Intel Core i7 12700k

INTEL CORE i7-12700K Alder Lake CPU Review

With the advent of Intel’s Core i9 brand, Intel’s Core i7 CPUs have often struggled to find their place, and we initially thought the Core i7-12700K would find this tricky, given the awesome performance of the cheaper Core i5-12600K. With its various mixes of performance-focused P-Cores and energy-efficient E-Cores, though, Intel has more ways to differentiate its product stack, and here there are eight of the former in this CPU, plus four of the latter.

This gives it more raw clout than the Core i5-12600K, which only has six P-Cores, but curtails its performance enough compared with the Core i9-12900K, which has an extra four E-Cores. The result is a 12-core Alder Lake CPU with 20 threads and a peak boost frequency of 5GHz, so it’s certainly no slouch.

At a price of $380, though, it has a few competitors from AMD, plus it also has to justify the extra outlay over the Core i5-12600K. The Ryzen 7 5800X3D costs noticeably more money at $430, with its 3D V-Cache offering stunning gaming performance in quite a few games, while the Ryzen 9 5900X costs around the same price, and also has 12 cores plus an extra four threads.

The Core i7-12700K’s P-Cores are quite sprightly too, hitting 5GHz regularly in not just lightly threaded workloads, but in multi-threaded workloads too. This explains the CPU’s stunning performance in our heavily multi-threaded video encoding test, where the 12700K’s result sits between those of the Ryzen 9 5900X and 5950X. It does the same in Cinebench too, while massively outstripping the Core i5-12600K as well. Our lightly threaded image editing test also saw it crack 80,000 points, which was again much faster than those three CPUs.

Benchmarks - INTEL CORE  i7 12700k CPU

Conversely, it was noticeably slower than the Core i9-12900K in multi-threaded workloads. For example, in Cinebench, its multi-threaded score of 22,802 compared to 27,579 for the Core i9-12900K. However, in our image editing and game tests, it was practically on par with the Core i9 chip.

There’s some overclocking headroom as well. We hit a 5GHz overclock on the P-Cores, and forcing them to stick at this frequency did result in benefits, with the image editing score rising from 80,885 to 84,450, the video encoding score increasing from 927,289 to 986,910 and the Cinebench multi-threaded score going from 22,802 to 24,19.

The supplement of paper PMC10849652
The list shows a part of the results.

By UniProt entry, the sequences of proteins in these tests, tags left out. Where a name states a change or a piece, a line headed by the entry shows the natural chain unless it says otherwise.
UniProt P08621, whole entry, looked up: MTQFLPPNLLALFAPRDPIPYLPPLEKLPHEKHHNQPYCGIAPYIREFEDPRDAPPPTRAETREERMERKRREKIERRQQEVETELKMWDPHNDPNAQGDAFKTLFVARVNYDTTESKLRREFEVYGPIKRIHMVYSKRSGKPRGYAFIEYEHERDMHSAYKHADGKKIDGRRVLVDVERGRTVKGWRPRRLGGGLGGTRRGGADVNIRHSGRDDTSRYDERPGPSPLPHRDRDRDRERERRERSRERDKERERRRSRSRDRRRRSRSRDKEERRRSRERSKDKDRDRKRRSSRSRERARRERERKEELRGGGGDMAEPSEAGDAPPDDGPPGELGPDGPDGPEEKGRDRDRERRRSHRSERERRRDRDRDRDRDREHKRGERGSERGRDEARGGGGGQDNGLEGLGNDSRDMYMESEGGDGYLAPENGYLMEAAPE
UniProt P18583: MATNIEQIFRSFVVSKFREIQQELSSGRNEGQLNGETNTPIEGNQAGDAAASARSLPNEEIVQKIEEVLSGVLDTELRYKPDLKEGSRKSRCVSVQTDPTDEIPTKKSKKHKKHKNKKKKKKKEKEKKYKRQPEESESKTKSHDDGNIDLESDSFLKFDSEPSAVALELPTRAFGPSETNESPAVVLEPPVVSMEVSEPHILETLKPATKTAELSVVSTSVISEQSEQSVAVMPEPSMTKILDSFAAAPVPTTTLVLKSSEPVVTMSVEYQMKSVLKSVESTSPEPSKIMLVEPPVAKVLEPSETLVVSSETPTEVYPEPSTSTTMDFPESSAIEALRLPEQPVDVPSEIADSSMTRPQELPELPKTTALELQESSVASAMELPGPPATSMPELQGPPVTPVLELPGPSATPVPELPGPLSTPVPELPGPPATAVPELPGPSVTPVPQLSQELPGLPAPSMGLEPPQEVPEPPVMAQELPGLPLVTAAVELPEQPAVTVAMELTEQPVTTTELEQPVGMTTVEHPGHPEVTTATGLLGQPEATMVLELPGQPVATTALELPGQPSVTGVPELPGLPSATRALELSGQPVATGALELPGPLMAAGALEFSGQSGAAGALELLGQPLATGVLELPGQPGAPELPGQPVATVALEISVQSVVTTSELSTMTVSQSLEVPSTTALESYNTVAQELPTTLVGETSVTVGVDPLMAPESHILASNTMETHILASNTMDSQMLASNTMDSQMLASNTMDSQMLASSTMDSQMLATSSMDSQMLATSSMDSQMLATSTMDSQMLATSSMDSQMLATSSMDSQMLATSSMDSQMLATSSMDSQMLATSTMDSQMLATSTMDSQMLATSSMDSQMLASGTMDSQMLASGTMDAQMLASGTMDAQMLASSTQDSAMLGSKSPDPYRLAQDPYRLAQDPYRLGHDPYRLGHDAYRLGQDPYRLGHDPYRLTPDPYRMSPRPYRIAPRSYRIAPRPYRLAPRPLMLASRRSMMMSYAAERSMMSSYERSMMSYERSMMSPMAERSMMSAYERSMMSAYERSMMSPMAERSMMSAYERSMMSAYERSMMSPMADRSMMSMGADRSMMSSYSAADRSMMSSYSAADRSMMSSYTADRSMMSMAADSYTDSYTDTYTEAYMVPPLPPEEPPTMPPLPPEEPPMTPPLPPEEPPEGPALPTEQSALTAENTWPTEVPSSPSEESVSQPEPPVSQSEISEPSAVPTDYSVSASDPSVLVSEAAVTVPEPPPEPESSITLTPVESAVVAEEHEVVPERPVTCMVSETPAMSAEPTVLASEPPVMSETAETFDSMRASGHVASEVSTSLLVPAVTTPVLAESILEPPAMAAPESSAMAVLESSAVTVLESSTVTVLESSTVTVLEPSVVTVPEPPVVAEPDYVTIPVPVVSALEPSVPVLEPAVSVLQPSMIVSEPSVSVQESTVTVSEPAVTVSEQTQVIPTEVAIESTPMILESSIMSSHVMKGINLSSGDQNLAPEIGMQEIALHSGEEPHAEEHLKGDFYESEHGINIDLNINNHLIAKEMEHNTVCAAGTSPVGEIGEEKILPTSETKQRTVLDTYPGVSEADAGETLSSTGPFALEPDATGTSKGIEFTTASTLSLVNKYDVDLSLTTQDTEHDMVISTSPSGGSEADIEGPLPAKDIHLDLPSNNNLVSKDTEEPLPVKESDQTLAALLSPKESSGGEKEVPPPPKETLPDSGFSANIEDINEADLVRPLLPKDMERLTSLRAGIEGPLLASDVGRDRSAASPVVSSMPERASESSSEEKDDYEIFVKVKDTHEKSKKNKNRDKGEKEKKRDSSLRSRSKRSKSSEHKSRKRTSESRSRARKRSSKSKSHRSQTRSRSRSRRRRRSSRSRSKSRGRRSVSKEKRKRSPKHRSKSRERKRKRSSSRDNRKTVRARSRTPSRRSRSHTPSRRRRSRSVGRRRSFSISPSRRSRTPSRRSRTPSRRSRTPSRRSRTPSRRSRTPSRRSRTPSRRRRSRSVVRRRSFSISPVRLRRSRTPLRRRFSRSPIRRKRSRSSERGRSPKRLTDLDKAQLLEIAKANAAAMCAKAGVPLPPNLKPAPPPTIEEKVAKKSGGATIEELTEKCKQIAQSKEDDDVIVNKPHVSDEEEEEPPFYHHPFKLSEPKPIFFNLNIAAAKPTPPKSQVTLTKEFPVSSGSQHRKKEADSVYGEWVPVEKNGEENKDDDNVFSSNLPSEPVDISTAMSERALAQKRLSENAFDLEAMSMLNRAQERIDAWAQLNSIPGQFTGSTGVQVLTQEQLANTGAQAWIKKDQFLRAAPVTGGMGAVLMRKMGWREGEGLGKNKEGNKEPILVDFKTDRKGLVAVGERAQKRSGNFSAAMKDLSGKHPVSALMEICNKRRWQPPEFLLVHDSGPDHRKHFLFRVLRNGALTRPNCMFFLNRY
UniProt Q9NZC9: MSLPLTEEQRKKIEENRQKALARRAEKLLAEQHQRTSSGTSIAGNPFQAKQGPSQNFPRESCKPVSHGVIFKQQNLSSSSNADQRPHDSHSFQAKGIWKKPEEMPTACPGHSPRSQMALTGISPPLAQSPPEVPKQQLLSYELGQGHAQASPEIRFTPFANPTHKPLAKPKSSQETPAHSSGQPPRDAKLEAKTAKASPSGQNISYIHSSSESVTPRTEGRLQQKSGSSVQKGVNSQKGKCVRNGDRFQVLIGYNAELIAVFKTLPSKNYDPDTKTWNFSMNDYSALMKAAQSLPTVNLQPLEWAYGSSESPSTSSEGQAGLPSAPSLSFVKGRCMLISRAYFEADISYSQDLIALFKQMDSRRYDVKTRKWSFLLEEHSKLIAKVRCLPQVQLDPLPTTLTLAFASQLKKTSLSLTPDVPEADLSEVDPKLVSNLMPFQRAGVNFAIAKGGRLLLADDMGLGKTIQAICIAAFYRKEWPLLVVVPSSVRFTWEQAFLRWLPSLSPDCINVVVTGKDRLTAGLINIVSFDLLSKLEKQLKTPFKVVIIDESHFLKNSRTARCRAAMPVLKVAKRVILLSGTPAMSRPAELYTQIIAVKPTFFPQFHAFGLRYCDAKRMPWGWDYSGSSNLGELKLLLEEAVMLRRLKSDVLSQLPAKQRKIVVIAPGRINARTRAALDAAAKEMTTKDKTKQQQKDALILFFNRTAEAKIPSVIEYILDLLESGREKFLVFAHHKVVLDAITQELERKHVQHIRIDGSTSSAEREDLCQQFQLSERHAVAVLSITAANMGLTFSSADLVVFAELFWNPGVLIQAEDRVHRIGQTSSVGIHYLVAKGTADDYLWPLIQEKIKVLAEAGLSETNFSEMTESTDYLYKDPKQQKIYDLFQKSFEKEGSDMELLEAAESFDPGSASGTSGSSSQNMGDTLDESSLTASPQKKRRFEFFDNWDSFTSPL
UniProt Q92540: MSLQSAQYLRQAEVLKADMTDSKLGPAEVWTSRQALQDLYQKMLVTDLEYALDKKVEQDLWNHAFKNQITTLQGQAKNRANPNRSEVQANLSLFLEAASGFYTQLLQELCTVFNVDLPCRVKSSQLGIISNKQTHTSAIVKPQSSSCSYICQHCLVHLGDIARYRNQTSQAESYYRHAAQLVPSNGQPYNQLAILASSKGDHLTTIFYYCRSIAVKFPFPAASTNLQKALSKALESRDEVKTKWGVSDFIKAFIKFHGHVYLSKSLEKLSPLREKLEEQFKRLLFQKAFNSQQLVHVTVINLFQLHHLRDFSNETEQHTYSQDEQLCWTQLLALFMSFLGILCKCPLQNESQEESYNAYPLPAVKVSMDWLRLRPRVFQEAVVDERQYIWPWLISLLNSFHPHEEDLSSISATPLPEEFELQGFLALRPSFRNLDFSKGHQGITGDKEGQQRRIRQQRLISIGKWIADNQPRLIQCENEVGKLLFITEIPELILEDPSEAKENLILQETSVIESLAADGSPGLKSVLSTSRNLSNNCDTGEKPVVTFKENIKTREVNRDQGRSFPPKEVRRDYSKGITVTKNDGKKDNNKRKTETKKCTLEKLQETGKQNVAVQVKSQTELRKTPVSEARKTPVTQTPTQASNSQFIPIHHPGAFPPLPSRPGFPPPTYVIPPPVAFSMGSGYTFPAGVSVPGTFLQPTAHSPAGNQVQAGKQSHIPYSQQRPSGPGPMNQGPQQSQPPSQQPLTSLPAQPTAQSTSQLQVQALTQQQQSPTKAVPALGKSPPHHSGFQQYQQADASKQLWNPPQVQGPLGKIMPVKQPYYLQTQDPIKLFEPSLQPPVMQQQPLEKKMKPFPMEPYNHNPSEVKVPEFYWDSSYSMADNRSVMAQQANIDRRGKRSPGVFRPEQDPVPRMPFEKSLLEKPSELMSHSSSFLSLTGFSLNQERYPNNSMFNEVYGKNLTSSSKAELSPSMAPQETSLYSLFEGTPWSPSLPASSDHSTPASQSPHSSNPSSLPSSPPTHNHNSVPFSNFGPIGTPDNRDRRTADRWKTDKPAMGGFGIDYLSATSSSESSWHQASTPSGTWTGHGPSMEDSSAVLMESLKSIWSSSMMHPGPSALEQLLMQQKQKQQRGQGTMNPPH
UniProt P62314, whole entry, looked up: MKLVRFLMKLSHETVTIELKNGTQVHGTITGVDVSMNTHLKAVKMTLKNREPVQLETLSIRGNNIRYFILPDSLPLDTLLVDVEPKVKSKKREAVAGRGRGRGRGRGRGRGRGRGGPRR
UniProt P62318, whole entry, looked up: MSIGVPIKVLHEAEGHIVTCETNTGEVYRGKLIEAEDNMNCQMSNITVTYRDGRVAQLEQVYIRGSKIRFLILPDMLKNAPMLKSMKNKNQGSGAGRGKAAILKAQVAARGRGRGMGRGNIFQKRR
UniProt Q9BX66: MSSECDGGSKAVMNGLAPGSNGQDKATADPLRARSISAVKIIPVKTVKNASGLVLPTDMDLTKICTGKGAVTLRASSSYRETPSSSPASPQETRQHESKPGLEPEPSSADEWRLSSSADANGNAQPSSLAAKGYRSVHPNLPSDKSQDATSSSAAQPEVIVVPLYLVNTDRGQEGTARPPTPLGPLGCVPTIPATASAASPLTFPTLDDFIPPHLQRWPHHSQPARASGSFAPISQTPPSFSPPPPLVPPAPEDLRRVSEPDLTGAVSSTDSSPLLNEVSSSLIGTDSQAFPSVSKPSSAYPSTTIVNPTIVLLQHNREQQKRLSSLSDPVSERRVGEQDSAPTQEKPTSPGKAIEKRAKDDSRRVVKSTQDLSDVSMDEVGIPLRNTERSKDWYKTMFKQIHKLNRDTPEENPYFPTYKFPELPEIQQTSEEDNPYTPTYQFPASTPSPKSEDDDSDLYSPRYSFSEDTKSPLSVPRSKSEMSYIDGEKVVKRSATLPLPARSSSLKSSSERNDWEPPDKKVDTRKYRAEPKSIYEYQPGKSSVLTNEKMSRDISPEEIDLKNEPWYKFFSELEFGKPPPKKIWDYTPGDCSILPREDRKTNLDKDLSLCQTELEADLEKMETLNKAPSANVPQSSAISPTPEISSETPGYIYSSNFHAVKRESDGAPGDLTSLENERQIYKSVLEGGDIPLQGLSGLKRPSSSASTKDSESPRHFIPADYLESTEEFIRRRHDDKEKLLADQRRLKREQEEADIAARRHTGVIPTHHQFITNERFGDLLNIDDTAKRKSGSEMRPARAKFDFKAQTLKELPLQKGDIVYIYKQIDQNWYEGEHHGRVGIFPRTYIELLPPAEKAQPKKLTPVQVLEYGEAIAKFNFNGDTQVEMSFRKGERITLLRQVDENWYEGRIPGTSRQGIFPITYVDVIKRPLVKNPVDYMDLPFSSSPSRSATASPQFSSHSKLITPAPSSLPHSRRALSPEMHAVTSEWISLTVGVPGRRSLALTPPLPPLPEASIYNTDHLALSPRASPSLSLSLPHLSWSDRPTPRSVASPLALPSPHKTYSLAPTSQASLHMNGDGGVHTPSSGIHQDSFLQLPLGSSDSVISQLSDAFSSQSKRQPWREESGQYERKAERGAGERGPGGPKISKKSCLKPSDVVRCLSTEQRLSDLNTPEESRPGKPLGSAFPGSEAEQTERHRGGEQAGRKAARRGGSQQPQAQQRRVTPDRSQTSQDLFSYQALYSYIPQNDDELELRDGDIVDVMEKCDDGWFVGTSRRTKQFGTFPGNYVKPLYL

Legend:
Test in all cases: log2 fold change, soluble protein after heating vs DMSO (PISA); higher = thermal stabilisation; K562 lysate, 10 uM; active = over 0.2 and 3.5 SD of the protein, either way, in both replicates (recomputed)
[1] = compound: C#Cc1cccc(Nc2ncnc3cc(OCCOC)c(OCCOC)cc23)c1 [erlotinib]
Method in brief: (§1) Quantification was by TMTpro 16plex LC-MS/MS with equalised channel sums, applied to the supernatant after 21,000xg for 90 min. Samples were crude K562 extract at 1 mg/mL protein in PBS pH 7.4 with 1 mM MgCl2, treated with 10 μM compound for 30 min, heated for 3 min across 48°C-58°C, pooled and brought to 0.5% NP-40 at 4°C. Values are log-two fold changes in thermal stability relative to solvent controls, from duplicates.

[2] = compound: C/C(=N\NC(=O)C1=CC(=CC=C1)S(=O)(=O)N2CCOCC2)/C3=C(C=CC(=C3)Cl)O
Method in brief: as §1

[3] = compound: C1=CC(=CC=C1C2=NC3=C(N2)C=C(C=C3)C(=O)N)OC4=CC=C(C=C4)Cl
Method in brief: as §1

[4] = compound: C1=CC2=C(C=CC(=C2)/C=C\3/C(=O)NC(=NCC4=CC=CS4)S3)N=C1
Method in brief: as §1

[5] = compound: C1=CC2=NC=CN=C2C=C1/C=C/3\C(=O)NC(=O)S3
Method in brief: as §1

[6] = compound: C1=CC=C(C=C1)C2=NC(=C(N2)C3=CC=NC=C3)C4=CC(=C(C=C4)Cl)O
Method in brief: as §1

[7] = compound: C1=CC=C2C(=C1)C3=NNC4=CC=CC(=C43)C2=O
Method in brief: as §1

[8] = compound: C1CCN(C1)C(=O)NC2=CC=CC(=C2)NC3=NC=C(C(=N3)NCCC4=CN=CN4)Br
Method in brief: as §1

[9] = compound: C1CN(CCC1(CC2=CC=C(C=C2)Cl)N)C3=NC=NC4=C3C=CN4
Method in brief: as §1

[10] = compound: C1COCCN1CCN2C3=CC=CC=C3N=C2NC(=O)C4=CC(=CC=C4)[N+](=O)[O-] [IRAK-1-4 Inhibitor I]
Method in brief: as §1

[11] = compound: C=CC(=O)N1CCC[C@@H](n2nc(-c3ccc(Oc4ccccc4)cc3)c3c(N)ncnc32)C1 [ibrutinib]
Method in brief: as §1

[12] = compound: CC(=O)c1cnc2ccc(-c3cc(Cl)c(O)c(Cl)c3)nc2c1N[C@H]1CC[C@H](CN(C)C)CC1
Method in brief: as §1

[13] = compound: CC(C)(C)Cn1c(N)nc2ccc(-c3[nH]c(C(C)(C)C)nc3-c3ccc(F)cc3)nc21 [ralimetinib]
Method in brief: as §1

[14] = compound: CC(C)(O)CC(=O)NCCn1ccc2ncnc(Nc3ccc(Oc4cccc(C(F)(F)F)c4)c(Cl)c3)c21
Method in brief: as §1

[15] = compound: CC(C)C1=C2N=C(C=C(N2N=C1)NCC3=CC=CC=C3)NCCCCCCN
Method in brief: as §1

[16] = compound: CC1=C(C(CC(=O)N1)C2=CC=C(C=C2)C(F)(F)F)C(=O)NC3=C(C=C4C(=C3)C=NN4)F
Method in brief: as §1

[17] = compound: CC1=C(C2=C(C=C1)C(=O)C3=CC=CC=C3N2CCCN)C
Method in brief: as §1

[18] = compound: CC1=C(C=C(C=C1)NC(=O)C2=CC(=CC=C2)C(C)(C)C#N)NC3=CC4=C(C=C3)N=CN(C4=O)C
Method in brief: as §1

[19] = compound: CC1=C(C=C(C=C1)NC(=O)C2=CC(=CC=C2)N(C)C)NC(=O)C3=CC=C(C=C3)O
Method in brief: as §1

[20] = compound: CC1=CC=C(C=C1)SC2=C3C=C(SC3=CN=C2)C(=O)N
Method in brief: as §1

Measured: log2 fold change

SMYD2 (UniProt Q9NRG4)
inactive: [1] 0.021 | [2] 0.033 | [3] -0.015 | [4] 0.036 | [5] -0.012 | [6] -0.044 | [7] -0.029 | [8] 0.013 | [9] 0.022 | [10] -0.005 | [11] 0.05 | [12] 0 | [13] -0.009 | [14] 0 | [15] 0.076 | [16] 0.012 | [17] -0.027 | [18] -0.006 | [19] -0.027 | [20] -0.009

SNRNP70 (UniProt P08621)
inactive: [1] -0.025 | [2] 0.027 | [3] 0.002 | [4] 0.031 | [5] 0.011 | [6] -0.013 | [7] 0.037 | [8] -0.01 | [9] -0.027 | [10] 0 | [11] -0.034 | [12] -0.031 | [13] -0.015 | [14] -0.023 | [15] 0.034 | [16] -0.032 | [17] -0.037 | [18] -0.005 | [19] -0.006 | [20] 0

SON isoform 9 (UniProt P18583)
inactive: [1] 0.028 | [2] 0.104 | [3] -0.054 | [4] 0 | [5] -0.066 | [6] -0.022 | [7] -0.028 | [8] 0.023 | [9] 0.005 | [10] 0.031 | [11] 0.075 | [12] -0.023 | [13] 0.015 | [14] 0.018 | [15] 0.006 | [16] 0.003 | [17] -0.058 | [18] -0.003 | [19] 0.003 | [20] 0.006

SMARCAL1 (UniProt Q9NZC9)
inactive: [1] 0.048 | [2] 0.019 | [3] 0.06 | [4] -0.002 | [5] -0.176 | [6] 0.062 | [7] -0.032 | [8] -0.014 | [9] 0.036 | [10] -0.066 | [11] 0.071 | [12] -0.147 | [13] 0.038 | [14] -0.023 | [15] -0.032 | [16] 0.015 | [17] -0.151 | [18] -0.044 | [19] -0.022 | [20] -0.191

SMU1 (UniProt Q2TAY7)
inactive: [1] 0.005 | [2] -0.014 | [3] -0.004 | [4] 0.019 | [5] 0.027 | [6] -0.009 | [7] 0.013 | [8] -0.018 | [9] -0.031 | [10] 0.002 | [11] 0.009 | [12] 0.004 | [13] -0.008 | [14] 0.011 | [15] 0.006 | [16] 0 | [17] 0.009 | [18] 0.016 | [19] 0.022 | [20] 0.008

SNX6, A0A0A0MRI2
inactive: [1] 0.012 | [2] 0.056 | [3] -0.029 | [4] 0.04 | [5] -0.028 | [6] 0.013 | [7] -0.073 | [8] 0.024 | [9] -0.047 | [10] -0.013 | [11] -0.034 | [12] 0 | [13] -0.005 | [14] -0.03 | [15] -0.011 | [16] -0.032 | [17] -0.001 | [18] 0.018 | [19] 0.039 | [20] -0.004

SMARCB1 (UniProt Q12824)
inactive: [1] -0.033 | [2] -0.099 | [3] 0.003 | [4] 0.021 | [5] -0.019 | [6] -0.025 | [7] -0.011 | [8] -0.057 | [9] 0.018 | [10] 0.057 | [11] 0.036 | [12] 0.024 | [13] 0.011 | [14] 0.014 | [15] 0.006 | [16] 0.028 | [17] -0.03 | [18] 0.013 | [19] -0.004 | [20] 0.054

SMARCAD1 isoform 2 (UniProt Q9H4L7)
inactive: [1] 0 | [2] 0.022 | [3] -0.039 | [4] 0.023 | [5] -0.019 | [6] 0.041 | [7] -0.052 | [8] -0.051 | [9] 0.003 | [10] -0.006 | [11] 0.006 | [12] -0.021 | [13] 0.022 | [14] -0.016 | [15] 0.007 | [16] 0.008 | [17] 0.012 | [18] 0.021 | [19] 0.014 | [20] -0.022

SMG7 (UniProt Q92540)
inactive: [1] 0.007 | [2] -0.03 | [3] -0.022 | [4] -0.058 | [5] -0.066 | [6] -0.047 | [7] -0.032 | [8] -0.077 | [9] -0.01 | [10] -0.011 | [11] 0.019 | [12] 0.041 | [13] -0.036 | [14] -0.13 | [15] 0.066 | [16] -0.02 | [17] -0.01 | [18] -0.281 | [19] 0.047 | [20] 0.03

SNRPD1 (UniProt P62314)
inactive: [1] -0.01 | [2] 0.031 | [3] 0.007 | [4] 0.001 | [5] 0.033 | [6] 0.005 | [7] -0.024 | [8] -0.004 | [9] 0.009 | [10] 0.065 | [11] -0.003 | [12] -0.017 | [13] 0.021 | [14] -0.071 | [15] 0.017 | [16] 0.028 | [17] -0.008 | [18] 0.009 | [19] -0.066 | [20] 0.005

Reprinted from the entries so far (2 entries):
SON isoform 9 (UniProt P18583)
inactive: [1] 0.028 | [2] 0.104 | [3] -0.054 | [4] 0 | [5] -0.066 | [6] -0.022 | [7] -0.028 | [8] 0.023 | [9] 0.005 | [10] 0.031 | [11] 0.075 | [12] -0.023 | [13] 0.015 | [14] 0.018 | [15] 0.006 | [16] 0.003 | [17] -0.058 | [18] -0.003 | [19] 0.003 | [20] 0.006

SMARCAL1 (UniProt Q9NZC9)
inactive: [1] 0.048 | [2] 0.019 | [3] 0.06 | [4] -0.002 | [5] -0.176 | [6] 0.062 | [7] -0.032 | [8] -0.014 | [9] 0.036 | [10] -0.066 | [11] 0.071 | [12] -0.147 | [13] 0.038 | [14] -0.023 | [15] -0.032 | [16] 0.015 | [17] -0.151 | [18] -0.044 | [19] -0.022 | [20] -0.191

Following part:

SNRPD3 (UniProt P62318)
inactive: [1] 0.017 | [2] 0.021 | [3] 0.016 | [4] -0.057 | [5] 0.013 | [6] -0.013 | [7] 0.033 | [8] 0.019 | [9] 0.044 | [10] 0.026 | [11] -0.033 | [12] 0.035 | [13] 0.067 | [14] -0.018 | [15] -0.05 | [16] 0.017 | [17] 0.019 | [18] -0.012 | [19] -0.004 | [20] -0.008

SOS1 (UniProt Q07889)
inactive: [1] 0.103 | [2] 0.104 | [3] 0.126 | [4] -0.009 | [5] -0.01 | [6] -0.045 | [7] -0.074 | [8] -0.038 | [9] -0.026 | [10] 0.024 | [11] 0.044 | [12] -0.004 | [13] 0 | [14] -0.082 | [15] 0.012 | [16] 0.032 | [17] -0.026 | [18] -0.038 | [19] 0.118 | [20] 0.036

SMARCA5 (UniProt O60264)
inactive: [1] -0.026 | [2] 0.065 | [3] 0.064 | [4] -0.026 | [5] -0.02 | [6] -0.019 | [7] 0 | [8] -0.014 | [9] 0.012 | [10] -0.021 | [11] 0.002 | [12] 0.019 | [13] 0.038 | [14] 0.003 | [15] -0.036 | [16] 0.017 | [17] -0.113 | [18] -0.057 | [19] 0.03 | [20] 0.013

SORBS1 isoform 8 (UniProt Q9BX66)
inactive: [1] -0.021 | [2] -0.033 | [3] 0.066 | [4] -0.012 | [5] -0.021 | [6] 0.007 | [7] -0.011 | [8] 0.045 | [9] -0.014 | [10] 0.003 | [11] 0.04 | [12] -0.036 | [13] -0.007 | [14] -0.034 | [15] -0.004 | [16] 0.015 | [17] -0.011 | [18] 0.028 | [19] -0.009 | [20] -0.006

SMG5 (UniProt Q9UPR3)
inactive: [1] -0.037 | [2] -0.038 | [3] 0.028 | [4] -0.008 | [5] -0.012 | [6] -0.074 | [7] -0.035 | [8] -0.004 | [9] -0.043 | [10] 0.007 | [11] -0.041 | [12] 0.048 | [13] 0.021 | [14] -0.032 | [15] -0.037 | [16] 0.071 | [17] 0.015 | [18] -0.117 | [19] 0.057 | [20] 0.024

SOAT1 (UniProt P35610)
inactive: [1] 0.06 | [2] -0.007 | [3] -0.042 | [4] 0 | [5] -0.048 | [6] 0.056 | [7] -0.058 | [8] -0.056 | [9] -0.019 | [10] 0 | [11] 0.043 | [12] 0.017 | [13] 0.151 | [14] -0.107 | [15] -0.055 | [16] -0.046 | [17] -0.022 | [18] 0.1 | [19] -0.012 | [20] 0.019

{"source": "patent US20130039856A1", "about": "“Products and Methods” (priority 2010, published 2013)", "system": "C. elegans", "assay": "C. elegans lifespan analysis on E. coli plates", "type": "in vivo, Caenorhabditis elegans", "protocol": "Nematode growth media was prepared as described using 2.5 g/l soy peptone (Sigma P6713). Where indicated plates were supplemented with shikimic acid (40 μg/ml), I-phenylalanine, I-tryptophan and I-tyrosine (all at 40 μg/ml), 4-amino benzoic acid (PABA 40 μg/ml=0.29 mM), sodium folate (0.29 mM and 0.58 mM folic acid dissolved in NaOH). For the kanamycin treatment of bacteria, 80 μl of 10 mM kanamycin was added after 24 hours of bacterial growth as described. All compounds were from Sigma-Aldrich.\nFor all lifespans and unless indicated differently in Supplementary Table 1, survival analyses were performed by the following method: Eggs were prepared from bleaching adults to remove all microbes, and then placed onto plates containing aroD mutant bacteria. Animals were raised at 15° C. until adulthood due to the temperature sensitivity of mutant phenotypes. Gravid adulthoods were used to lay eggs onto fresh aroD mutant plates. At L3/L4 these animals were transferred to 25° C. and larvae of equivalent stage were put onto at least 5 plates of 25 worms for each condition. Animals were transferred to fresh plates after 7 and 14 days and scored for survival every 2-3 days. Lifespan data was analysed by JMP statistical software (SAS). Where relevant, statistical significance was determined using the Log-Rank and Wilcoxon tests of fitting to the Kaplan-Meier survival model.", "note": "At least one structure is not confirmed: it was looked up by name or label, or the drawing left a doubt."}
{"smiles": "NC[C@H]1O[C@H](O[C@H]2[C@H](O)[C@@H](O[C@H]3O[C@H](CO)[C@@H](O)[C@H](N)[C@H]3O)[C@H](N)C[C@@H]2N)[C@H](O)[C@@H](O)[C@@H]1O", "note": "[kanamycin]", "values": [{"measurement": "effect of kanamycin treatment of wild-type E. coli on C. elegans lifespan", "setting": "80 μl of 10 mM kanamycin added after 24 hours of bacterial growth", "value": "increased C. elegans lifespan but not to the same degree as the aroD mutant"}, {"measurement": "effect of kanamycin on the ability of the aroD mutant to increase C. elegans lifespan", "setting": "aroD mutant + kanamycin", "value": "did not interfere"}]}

This did add nearly 40W to the peak power consumption, though, and didn’t do much for gaming performance.


Base frequency P-Core 3.6GHz, E-Core 2.7GHz
Max boost frequency P-Core 5GHz, E-Core 
Core Alder Lake
Manufacturing process 10nm
Number of cores 8 x P-Cores, 4 x E-Cores 
(20 threads)
IGP Intel UHD Graphics 770
Hyper-Threading Yes
Cache 25MB L3, 12MB L2
Memory controller Dual-channel DDR4 and 
Packaging LGA1700
Thermal design power (TDP) 125W
Features Turbo Boost Max Technology 3, Turbo 
Boost 2, FMA3, F16C, SHA, BMI / BMI1 + BMI2, 
AVX-512, AVX2, AVX, AES, SSE4a, SSE4, SSSE3, 


Despite AMD’s price jostling over the past few months, the Core i7-12700K remains a force to be reckoned with at its $380 price. It’s significantly faster than the Core i5-12600K, and it outperforms the Ryzen 9 5900X in most tests – you’d have to opt for the Ryzen7 5800X3D or Ryzen 9 5950X to see more performance.

Even then, the former isn’t great in content creation, while the AMD flagship is much slower in games, making the Core i7-12700K a potent all-rounder. It also slots neatly between the Core i5-12600K and the Core i9-12900K, with the latter offering more performance in multi-threaded work, but not much benefit in games and lightly threaded tasks. If your budget is substantial, but not unlimited, this is the sensible but still lust worthy CPU to get for a high-end system.

+ Pros
+ Excellent gaming performance
+ Faster than Ryzen 9 5900X in content creation
+ Well priced

- Cons
- Ryzen 7 5800X3D faster in some games
- Core i9 chips significantly quicker at multi-threaded work
- Core i5-12600K is nearly as fast in games

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